You mentioned being a military kid, which typically comes with its pros and cons, like having to move a lot but getting to see different sides of the world. What was your experience like?
I loved being a military kid. It really does have its ups and downs. I’ve seen places—I mean, I lived in Germany for around seven years. So, culturally, it really helped me advance. And when you’re a military child, you kind of mature a little bit earlier. So that’s why, I guess, when everyone listens to my songs, they’re like, “How is this dude only 18?”
I said the same thing!
[Laughs] It’s super beneficial to me because I’ve lived a lot and I’ve met so many different people. I have lived in places from the tip-top of the U.S. in New York to the bottom of the U.S. in Texas, all the way overseas to Germany. So, I wouldn’t have changed it, I wouldn’t have wanted to not be a military child. It really helped me because I am different. There’s not a lot of people who go through what military children go through. My parents were at risk of being deployed, and possibly could’ve been deployed at the same time. And though I would’ve been sad, and though I would’ve been upset, my goal was to be like, “You know what, I gotta work to make sure I get my parents out of the military.” So that’s really what the goal was. I loved being able to watch my mom do what she loves and she sings now, so that’s super great. And it’s a super-cool experience because I have a lot of best friends in El Paso, but most definitely, I have a lot of best friends from Germany and from New York. I love people. I’m such a people person.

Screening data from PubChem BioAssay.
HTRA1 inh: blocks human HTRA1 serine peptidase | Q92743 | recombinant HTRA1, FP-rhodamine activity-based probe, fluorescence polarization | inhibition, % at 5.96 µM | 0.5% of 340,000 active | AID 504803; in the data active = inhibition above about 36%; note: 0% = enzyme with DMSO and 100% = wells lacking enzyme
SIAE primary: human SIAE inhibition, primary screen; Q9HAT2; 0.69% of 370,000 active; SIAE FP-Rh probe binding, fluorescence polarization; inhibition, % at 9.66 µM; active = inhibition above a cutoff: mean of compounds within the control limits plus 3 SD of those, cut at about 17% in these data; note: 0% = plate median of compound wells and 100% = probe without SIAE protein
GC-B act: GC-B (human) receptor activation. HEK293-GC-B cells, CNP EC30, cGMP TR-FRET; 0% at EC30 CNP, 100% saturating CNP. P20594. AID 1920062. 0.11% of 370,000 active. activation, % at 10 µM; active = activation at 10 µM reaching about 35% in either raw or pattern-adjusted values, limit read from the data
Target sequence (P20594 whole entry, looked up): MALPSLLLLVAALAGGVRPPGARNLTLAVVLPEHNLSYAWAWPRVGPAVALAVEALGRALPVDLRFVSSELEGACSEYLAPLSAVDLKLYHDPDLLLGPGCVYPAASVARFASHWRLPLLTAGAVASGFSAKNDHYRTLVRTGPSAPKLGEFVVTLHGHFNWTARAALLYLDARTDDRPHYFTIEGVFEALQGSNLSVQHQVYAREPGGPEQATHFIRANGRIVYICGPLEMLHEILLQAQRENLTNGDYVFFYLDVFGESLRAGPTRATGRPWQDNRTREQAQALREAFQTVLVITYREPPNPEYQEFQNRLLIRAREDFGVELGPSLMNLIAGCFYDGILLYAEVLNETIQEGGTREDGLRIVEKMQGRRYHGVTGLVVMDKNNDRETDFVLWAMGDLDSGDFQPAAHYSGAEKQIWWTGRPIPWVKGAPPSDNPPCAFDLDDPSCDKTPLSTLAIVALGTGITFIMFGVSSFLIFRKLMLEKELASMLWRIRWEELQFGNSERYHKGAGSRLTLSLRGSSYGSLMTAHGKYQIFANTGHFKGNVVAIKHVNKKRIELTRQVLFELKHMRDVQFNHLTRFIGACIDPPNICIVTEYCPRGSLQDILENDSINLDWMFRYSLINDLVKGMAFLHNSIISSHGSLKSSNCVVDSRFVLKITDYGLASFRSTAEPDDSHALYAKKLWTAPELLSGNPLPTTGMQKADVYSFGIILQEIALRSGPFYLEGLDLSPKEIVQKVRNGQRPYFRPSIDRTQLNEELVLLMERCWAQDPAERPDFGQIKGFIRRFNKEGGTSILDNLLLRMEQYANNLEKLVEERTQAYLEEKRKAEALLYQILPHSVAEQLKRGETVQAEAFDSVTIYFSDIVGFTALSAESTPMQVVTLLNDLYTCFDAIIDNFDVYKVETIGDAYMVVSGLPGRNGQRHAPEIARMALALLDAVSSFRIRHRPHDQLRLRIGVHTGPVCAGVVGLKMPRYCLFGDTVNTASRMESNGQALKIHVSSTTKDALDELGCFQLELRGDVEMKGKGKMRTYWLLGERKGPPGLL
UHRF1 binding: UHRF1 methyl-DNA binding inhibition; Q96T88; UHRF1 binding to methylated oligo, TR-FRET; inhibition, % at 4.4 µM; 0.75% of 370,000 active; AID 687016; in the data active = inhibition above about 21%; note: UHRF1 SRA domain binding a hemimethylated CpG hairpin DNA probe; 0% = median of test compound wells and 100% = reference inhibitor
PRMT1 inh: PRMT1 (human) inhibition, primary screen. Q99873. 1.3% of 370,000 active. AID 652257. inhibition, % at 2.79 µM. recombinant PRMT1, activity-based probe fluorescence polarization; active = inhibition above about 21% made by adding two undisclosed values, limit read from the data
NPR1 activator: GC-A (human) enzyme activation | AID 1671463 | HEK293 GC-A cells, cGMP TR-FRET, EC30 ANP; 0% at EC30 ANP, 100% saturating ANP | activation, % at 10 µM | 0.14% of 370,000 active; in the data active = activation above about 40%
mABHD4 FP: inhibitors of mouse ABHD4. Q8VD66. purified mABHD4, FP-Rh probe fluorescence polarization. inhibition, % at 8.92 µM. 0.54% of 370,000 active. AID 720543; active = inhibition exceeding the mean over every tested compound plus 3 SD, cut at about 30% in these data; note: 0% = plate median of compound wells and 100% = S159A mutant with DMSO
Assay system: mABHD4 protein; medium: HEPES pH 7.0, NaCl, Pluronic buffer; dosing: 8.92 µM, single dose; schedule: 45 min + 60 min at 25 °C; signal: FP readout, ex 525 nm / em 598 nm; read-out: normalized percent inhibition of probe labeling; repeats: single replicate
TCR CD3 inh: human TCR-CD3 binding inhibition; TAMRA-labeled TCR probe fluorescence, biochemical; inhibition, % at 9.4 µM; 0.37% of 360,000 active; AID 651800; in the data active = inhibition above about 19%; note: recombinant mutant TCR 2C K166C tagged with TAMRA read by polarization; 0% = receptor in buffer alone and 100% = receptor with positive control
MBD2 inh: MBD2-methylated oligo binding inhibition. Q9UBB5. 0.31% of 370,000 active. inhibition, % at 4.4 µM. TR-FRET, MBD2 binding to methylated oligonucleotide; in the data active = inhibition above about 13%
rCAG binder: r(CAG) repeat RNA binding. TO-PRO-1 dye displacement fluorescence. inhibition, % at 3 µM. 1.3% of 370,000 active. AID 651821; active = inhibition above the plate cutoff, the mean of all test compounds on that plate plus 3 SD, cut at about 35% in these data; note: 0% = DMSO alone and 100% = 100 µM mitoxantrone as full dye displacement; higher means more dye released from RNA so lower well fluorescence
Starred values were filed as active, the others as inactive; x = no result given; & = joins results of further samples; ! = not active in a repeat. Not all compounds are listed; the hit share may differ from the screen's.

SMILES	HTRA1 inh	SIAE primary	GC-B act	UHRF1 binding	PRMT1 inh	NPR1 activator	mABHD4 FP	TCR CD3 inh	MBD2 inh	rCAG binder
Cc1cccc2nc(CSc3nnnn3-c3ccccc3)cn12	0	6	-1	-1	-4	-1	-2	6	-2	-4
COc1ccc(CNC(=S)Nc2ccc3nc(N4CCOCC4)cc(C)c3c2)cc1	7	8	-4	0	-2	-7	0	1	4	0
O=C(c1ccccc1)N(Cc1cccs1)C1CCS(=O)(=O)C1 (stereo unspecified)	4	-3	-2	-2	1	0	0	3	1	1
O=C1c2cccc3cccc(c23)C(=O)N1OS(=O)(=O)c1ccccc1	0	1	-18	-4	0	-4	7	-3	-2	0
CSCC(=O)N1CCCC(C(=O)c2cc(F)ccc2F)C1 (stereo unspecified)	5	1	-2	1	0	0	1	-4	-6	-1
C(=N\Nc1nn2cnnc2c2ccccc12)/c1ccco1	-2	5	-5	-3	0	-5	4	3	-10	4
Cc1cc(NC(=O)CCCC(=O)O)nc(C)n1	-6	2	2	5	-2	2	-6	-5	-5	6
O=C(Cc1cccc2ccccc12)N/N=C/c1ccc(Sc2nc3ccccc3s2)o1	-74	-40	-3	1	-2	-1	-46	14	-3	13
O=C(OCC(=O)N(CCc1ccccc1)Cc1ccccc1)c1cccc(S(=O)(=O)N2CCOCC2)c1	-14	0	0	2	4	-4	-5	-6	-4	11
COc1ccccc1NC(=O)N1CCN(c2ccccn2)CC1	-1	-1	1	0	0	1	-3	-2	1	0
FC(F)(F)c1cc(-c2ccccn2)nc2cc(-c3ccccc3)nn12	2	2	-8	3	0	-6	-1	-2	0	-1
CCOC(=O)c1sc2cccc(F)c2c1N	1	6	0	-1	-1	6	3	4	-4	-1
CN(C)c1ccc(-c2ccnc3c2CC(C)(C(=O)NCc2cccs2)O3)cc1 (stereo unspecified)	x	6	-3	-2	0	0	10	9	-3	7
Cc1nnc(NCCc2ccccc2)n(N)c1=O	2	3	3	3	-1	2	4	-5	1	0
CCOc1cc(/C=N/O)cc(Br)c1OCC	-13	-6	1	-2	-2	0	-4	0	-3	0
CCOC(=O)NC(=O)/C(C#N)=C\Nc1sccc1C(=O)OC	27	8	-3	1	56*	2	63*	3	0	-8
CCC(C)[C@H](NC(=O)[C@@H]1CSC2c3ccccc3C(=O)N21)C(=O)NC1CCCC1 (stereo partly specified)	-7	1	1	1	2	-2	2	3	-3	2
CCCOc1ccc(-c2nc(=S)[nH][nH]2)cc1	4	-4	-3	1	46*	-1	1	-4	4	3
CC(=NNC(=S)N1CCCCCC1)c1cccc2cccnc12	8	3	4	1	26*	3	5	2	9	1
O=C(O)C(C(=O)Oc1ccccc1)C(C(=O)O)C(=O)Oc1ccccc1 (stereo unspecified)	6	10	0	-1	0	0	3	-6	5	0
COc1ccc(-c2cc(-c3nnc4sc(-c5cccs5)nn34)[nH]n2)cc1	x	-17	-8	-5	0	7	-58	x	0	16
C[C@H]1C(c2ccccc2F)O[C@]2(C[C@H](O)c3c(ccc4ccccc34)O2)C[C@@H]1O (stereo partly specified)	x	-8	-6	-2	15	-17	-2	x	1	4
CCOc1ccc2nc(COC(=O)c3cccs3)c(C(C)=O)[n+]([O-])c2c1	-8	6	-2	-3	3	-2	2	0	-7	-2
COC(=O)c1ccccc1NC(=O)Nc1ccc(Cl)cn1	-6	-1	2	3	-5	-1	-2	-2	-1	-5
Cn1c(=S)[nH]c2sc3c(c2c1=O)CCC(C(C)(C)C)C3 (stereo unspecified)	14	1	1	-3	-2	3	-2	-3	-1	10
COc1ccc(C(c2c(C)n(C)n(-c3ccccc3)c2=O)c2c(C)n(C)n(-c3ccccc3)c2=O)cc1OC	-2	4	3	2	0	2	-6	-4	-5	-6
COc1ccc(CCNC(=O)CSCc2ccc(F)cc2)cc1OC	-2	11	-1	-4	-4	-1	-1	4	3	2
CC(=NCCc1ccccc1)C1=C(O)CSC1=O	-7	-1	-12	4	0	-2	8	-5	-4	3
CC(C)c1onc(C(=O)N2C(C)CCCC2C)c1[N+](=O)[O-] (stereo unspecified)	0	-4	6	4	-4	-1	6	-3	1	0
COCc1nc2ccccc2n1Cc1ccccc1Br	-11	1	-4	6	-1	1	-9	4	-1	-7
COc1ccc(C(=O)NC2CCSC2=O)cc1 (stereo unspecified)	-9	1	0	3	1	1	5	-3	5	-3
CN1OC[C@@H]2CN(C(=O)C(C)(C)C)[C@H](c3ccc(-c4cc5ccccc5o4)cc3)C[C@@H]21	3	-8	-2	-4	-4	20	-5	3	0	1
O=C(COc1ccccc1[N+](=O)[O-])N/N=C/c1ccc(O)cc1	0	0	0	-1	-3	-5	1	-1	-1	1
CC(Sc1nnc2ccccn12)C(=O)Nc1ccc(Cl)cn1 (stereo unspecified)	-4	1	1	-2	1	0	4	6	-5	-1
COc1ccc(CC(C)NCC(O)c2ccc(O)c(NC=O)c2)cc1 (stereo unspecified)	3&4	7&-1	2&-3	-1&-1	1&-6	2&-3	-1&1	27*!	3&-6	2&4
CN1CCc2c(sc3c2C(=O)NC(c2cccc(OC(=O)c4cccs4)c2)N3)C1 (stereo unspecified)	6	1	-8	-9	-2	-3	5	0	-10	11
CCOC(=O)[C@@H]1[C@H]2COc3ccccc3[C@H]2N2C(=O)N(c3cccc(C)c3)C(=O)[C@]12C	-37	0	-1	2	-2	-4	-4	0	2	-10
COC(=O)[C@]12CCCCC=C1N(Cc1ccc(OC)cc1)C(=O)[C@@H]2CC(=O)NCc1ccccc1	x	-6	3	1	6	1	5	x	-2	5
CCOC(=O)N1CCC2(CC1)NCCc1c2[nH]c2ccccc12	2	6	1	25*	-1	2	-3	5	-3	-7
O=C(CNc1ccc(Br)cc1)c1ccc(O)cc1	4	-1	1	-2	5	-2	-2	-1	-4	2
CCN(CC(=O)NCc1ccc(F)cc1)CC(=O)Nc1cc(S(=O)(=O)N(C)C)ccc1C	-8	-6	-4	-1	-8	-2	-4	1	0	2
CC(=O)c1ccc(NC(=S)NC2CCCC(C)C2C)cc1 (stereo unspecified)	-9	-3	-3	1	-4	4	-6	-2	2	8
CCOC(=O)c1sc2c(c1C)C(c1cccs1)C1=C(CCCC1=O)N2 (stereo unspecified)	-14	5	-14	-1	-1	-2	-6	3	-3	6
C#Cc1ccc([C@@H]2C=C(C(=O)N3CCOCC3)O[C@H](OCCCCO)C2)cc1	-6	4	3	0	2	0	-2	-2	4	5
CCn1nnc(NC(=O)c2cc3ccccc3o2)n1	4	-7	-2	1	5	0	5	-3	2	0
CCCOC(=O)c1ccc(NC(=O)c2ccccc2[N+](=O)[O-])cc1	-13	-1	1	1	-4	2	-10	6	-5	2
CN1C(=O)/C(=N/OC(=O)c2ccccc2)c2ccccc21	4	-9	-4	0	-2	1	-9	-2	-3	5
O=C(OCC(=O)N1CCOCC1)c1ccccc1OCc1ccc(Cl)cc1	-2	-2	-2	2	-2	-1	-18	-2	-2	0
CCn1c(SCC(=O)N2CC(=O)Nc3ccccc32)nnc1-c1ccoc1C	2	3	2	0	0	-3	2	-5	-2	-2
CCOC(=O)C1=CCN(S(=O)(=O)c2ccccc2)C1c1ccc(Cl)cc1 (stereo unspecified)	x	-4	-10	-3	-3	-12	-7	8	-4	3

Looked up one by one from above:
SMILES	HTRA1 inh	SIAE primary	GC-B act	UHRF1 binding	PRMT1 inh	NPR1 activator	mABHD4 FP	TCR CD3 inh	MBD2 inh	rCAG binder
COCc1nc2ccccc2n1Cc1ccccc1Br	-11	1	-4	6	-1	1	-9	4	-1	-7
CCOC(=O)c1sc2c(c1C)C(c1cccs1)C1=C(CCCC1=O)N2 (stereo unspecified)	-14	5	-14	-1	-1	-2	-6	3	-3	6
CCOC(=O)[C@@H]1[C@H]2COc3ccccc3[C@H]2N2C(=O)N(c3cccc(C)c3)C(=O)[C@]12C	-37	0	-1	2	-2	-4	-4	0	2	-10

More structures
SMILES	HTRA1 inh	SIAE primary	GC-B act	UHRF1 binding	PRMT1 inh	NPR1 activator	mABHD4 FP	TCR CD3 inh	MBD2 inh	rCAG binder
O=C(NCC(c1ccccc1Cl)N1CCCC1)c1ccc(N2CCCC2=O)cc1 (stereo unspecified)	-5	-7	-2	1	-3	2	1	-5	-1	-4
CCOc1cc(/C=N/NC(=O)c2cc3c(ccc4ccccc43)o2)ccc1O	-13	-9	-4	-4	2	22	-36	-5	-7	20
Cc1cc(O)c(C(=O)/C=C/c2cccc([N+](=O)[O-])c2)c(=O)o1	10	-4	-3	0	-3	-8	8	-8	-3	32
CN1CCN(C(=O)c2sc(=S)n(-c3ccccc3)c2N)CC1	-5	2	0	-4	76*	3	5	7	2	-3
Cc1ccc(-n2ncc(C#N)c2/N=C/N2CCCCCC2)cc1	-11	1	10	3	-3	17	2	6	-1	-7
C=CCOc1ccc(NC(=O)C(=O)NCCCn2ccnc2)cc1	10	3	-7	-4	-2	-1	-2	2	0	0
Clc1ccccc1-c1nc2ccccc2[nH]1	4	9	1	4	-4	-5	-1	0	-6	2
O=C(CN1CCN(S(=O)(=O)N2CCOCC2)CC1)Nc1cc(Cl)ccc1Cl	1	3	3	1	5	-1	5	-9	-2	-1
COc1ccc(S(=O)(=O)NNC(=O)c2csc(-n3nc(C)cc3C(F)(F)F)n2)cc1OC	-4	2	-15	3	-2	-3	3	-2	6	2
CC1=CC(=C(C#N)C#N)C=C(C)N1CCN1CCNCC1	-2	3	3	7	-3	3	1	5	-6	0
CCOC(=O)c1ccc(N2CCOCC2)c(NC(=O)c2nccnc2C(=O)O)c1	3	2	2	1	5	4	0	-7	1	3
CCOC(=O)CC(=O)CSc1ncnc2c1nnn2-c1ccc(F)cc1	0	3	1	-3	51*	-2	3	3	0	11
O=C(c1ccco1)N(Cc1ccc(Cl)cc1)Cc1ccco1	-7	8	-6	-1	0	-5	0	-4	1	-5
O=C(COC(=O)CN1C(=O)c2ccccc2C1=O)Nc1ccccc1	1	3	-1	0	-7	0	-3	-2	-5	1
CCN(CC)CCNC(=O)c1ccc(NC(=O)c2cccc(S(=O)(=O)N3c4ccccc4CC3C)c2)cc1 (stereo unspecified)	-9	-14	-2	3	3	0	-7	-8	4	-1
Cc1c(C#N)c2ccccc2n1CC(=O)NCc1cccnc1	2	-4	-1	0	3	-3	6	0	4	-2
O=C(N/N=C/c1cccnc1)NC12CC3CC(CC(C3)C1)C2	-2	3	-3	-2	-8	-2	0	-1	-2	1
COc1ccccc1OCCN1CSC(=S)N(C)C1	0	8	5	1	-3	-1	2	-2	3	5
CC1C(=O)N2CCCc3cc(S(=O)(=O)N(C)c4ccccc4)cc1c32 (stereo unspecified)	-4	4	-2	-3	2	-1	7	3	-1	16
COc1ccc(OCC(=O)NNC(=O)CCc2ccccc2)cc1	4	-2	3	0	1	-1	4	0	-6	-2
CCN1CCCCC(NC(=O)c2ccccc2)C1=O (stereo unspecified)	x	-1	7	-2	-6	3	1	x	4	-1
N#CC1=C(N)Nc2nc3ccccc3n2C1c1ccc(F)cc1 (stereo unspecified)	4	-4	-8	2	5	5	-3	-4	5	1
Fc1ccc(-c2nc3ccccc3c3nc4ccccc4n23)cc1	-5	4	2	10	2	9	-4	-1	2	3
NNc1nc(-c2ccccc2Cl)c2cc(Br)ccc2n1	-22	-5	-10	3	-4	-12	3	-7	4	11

Did your mom want to be a professional singer or did she just do it for fun on the side?
My mom wanted to be a professional singer, and she actually was in a girl group, and they got pretty far, but things didn’t really work out, so she decided to join the military. She stayed in the military to support me when she eventually had me. So it was me and my mom—I have a stepfather, but it was me and my mom, my real dad passed away when I was in second grade. When I was young, I lived with my dad, but it was primarily just me and my mother. So, I was pretty much her little protector at the age of three to seven. She was over here in the military, you know, protecting the U.S. She wanted to be a singer, but I feel like she’s so happy for me because I’m living the dream that she wanted, and she’s living it through me. And actually it makes me prouder, that I’m really doing this for my mom, you know?